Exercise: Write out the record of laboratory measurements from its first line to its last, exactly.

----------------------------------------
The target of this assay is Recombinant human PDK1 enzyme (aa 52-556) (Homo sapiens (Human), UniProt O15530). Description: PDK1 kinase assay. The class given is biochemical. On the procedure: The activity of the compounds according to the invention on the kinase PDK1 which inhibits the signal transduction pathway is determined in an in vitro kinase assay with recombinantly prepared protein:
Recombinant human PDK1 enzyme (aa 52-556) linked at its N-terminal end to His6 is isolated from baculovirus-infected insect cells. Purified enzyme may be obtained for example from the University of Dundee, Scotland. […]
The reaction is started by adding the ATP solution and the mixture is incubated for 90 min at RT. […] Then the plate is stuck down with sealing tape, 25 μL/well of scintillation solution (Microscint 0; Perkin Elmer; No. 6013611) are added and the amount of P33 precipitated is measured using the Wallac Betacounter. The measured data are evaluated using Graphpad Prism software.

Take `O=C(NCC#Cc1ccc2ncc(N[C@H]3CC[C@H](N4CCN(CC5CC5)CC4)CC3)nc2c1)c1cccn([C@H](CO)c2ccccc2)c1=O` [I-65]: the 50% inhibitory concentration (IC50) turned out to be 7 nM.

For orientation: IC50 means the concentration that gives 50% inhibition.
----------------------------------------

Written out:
The target of this assay is Recombinant human PDK1 enzyme (aa 52-556) (Homo sapiens (Human), UniProt O15530). Description: PDK1 kinase assay. The class given is biochemical. On the procedure: The activity of the compounds according to the invention on the kinase PDK1 which inhibits the signal transduction pathway is determined in an in vitro kinase assay with recombinantly prepared protein:
Recombinant human PDK1 enzyme (aa 52-556) linked at its N-terminal end to His6 is isolated from baculovirus-infected insect cells. Purified enzyme may be obtained for example from the University of Dundee, Scotland. […]
The reaction is started by adding the ATP solution and the mixture is incubated for 90 min at RT. […] Then the plate is stuck down with sealing tape, 25 μL/well of scintillation solution (Microscint 0; Perkin Elmer; No. 6013611) are added and the amount of P33 precipitated is measured using the Wallac Betacounter. The measured data are evaluated using Graphpad Prism software.

Take `O=C(NCC#Cc1ccc2ncc(N[C@H]3CC[C@H](N4CCN(CC5CC5)CC4)CC3)nc2c1)c1cccn([C@H](CO)c2ccccc2)c1=O` [I-65]: the 50% inhibitory concentration (IC50) turned out to be 7 nM.

For orientation: IC50 means the concentration that gives 50% inhibition.